Human resource departments and hiring managers are being met with a new challenge when it comes to criminal background checks: individual assessments for the disqualification of a candidate based on their criminal background. Though the U.S. Equal Employment Opportunity Commission (EEOC) has not changed its position these background checks, the EEOC did up the ante in 2012 by issuing detailed guidelines for employers to follow, which includes elimination of blanket hiring policies relating to criminal history.
Noted in the EEOC guidelines is the large increase in individuals who have had contact with the criminal justice system-one in every 31 people back in 2007. There is also a stark contrast among those who are convicted of crimes: African-American and Hispanic men are disproportionally affected.
According to the EEOC guidelines, “African-Americans and Hispanics are arrested at a rate that is two to three times their proportion of the general population. Assuming that current incarceration rates remain unchanged, about one in 17 white men are expected to serve time in prison during their lifetime; by contrast, this rate climbs to one in 6 for Hispanic men, and to one in 3 for African-American men.”
The new guidelines are an attempt to address the disparate treatment in hiring that results from blanket criminal background exclusion policies. National data indicates criminal record exclusions in hiring have a disparate impact based on race and national origin, which violates Title VII and the 1964 Civil Rights Act, according to the EEOC. So, instead of a neutral hiring policy based on criminal history, the EEOC requires employers to ensure that a person is only being excluded from a position based on his or her criminal history if that history relates to the job requirements or business necessity.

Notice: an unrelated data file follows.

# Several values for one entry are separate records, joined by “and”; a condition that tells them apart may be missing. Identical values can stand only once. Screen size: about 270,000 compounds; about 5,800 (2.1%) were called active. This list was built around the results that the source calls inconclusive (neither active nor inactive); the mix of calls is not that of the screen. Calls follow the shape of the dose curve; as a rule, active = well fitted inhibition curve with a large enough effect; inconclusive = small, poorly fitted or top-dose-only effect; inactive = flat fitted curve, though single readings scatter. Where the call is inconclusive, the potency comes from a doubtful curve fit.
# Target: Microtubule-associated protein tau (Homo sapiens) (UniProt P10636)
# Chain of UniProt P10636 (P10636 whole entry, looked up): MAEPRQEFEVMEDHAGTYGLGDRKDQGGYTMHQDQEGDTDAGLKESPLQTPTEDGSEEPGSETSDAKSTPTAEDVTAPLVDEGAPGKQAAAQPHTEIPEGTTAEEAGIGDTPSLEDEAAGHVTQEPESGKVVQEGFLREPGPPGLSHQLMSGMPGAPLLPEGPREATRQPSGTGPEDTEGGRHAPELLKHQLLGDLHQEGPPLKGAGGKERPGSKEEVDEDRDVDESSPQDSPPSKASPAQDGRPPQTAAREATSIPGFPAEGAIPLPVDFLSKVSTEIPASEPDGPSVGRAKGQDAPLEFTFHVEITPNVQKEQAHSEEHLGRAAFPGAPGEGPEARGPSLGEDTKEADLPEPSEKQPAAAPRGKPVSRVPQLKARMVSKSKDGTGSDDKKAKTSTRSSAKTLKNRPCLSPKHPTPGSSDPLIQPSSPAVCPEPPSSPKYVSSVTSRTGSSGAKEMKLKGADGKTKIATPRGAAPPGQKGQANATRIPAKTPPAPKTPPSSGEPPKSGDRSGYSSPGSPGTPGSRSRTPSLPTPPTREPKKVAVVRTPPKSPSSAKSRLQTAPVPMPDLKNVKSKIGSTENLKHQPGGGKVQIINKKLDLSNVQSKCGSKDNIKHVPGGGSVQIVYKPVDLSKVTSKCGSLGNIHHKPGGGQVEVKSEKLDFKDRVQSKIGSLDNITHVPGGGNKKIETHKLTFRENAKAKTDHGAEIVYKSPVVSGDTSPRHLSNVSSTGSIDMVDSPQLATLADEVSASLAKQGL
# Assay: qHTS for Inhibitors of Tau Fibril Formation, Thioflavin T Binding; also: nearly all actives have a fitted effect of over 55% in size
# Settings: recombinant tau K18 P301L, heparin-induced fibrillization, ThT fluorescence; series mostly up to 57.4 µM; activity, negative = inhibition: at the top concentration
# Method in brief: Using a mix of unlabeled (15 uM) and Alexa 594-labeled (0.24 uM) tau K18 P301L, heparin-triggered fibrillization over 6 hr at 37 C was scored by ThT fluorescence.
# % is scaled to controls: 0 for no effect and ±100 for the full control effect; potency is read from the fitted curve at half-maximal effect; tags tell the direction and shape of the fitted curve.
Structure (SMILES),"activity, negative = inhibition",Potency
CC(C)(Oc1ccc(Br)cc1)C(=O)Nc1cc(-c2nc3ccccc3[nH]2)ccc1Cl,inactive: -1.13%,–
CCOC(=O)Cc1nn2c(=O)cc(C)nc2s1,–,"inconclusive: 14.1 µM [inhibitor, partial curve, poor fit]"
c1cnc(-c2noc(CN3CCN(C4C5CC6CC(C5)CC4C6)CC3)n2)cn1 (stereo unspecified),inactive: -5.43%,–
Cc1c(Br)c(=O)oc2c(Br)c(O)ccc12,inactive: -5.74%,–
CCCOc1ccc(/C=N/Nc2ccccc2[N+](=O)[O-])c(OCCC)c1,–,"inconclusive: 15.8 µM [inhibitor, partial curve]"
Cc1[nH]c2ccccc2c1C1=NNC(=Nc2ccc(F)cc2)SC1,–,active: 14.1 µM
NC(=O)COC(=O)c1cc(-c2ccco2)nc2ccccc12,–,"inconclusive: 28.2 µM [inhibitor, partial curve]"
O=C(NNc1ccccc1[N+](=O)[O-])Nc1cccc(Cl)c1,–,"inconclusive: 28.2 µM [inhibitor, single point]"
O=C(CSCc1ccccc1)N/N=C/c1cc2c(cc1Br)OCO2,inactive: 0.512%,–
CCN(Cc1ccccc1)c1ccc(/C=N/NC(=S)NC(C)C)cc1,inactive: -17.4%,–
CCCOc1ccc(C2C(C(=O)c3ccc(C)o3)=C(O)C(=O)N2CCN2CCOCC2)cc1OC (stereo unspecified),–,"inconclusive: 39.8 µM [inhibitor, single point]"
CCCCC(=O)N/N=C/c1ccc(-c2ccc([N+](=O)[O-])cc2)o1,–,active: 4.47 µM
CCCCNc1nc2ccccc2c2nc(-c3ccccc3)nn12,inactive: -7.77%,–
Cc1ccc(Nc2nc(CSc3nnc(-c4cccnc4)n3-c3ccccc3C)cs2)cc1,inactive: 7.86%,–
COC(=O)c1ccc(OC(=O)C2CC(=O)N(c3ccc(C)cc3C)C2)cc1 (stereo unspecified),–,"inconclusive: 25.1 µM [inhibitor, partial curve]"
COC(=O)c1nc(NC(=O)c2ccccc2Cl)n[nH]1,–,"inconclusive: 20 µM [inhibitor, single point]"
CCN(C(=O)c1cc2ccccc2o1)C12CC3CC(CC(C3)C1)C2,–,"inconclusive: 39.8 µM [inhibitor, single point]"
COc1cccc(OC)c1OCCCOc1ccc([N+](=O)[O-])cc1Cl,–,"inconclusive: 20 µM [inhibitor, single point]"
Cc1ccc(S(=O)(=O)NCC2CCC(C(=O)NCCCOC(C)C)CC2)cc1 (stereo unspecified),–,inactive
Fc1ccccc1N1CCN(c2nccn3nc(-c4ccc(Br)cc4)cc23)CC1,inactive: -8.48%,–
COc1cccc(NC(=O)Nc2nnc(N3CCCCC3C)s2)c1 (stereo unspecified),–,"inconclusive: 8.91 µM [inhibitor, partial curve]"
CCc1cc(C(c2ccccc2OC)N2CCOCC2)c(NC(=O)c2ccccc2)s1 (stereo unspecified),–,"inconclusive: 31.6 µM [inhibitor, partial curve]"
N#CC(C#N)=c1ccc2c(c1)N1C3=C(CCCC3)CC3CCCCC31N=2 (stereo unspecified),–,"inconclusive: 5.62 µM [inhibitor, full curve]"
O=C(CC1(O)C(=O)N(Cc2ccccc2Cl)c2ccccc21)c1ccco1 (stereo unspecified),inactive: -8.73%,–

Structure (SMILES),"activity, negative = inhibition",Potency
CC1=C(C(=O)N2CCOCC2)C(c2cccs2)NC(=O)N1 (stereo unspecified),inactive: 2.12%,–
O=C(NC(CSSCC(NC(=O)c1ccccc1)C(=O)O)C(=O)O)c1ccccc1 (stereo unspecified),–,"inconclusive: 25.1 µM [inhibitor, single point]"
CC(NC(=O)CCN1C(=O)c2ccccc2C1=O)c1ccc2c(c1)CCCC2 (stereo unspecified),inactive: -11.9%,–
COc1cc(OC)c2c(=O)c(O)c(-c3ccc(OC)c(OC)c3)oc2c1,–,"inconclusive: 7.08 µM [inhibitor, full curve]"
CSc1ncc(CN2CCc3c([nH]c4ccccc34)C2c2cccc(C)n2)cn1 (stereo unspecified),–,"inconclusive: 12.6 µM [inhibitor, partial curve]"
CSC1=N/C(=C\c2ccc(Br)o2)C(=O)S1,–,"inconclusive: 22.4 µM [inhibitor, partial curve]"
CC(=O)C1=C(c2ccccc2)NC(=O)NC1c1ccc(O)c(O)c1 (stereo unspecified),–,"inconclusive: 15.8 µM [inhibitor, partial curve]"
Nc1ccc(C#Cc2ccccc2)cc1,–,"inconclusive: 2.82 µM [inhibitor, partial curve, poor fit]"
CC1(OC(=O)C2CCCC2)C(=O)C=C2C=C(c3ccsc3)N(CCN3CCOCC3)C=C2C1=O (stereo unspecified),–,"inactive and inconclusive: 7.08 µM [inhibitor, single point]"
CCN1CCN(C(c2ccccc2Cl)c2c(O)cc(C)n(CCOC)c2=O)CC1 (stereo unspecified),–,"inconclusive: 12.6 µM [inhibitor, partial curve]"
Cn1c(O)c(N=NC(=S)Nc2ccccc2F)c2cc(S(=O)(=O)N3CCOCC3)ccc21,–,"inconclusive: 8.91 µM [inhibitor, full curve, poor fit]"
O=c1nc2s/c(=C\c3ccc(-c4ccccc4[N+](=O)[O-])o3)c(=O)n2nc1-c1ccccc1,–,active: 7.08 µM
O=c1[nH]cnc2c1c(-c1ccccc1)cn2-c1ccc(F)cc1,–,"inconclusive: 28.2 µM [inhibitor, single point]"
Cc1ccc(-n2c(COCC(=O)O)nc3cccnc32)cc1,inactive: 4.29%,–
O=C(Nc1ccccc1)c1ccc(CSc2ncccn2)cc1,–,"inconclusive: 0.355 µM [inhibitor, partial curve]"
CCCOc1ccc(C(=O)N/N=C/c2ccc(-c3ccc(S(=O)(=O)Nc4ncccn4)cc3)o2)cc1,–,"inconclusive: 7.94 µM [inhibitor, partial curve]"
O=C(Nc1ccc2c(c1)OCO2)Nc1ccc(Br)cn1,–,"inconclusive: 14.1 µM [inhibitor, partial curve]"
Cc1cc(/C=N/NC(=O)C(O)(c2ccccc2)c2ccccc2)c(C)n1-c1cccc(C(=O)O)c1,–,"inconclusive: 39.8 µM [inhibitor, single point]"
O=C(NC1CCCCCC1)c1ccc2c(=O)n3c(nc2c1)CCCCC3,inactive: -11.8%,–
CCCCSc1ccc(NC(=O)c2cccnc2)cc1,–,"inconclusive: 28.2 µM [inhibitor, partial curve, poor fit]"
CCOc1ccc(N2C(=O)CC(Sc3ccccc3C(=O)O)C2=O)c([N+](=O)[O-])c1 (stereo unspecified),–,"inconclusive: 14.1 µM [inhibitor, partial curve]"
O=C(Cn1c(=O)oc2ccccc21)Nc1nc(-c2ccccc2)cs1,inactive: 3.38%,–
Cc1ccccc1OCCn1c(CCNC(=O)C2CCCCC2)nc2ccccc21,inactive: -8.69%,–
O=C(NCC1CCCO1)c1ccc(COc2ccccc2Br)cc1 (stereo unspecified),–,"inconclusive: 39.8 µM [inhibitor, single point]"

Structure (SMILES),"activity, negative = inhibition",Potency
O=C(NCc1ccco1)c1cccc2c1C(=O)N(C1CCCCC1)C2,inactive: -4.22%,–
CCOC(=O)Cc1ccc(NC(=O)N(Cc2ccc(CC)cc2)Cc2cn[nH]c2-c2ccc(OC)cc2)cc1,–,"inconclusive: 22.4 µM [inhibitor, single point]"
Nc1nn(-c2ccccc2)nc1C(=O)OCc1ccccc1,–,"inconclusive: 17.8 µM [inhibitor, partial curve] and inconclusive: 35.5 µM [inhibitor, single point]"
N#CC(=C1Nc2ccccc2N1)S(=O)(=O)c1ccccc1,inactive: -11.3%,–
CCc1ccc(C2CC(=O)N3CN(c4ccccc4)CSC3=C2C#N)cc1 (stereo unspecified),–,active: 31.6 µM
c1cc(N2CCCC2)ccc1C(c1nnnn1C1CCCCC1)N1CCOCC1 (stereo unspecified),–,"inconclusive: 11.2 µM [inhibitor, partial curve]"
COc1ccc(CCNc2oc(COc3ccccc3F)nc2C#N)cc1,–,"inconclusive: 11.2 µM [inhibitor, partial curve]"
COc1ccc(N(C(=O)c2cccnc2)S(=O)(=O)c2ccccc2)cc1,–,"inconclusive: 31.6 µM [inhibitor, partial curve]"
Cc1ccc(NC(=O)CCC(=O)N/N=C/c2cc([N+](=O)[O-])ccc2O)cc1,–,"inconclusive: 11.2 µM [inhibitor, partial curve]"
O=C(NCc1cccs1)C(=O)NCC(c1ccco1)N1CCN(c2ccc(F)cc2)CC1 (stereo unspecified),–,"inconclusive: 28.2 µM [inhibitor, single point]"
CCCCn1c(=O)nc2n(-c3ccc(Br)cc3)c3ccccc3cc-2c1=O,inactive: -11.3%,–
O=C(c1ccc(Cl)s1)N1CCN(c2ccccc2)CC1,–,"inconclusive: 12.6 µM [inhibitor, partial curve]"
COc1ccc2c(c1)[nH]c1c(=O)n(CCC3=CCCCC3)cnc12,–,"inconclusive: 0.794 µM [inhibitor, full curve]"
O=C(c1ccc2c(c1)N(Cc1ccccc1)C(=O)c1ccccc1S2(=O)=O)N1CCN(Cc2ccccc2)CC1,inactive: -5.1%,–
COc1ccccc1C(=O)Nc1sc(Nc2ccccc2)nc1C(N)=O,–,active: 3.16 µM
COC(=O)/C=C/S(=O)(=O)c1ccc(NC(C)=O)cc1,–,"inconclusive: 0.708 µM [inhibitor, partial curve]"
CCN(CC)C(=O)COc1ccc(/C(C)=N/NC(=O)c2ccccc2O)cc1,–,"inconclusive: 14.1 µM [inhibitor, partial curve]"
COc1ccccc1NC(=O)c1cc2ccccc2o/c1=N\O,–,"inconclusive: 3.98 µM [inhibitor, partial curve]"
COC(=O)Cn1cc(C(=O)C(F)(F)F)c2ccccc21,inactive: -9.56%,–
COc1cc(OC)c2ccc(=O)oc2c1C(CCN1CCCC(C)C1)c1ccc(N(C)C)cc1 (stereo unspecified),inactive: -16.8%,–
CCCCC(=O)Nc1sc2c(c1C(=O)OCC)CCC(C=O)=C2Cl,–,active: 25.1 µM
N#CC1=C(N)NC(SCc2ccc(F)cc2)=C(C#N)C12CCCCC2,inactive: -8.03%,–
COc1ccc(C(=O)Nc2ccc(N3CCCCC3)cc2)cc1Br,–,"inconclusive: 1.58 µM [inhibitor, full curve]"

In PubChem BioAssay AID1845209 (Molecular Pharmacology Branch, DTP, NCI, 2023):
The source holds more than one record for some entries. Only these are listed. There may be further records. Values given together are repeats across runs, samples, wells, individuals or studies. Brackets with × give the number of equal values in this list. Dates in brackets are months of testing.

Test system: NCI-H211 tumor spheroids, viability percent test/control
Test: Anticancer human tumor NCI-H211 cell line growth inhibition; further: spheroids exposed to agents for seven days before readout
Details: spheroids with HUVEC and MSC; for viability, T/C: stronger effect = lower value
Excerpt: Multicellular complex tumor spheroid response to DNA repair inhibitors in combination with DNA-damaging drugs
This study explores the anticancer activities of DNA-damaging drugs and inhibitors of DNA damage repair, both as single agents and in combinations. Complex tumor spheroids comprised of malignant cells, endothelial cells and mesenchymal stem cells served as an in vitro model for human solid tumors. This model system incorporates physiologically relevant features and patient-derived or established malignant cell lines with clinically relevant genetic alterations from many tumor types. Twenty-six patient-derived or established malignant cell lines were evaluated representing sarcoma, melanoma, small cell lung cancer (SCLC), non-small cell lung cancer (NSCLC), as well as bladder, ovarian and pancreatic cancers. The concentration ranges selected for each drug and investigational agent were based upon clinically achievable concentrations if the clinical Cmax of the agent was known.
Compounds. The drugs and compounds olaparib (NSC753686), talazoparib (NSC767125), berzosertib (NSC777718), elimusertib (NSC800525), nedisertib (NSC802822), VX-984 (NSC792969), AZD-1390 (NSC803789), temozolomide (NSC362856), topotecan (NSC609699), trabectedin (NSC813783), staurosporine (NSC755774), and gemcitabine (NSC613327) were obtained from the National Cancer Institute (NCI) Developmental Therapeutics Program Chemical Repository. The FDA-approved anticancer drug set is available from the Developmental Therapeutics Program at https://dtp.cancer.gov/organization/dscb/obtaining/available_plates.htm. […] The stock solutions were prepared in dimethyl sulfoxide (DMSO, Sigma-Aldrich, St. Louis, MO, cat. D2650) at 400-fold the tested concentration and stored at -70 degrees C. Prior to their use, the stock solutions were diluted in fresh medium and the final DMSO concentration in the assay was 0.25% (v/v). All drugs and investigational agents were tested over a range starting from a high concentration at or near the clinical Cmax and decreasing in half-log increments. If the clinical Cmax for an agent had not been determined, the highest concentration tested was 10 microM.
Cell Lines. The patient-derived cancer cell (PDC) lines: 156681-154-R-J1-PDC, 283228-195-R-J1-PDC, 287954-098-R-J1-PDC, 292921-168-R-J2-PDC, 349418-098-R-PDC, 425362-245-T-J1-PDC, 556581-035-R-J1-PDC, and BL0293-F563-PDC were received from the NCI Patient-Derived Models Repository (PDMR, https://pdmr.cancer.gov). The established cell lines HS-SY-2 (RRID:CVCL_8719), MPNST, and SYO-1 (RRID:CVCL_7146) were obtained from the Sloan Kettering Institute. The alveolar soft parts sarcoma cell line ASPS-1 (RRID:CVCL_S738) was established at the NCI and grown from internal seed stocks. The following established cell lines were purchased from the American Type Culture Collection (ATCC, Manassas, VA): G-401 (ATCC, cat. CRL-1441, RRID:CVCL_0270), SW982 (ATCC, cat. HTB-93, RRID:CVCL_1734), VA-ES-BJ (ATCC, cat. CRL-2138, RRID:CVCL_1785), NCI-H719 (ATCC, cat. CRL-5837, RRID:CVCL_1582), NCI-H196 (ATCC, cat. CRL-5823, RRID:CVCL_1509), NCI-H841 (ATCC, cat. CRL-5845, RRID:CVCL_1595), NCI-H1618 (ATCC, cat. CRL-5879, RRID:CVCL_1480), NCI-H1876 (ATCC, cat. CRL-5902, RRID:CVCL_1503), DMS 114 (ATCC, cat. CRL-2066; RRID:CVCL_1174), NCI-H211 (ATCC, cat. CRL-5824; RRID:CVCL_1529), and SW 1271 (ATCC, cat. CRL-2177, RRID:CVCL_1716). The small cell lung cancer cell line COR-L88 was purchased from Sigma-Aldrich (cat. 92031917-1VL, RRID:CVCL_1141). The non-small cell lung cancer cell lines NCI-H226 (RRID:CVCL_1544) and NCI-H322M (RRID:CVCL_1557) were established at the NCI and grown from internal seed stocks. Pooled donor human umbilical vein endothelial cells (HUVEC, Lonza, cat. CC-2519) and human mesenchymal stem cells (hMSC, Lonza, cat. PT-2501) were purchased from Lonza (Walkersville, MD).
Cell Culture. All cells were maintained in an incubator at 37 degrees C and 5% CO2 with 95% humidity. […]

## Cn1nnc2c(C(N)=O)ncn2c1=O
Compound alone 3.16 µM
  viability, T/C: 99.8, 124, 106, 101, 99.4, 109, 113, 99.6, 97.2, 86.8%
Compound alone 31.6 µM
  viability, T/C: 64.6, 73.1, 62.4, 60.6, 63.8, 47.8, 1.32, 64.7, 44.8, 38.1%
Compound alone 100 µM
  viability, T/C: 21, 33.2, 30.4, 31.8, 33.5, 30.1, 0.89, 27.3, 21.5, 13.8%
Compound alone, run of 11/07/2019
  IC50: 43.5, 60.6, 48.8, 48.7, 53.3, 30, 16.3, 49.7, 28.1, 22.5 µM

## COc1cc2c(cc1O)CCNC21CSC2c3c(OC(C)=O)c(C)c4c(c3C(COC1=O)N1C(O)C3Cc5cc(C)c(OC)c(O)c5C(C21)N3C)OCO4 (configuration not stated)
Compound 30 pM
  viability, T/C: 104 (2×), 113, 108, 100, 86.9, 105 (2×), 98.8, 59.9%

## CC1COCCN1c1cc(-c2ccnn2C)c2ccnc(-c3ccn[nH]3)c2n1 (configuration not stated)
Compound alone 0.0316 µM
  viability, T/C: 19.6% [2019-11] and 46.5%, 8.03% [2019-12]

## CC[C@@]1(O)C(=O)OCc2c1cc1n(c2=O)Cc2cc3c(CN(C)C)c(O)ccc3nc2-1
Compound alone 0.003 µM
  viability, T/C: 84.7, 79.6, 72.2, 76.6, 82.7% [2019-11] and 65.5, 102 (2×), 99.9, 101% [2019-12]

Companies are being asked to take a deeper look into someone’s criminal history and answer the following questions:
- What was the crime?
- How long has it been since it occurred?
- Is the conviction still relevant today, given all of the additional facts?
- Does the conviction have relevancy to the available position?
You can have facts that say it just doesn't have any continuing relevance. However, sometimes a person’s criminal history is relevant, and as long as a company documents its reasonable decision making process around the disqualification of the applicant, it should remain within EEOC compliance. An example might be if you are an FDA regulated company involved in pharmaceuticals and an applicant has a controlled substance conviction and they are going to have exposure to controlled substances in their work. That could be a strong basis for a disqualification for that applicant.
Next week, in Part 2, we will look at some suggestions that company can use to ensure that it follows these guidelines. We will also talk about the actual job application form, what it might contain, and how you use some of the information that the applicant provides in regards to previous criminal activity.
About the Author: Tom Dumez has been a guest on the ‘RIMpro Report’ and ‘Inside The Records Room’ internet shows, been published by Storage and Destruction Business magazine, and interviewed by Joanne Finnegan of HCPro, Inc. Tom is president of Prime Compliance, LLC , a Certified HIPAA Professional (CHP), a Certified Security Compliance Specialist (CSCS), and was on the Professional Records and Information Services Management (PRISM) International Board of Directors-January 2011 through December 2012.
Editor’s Note: The views expressed in this article are the opinions of the author. Security Bistro is not responsible for the article’s content or messaging.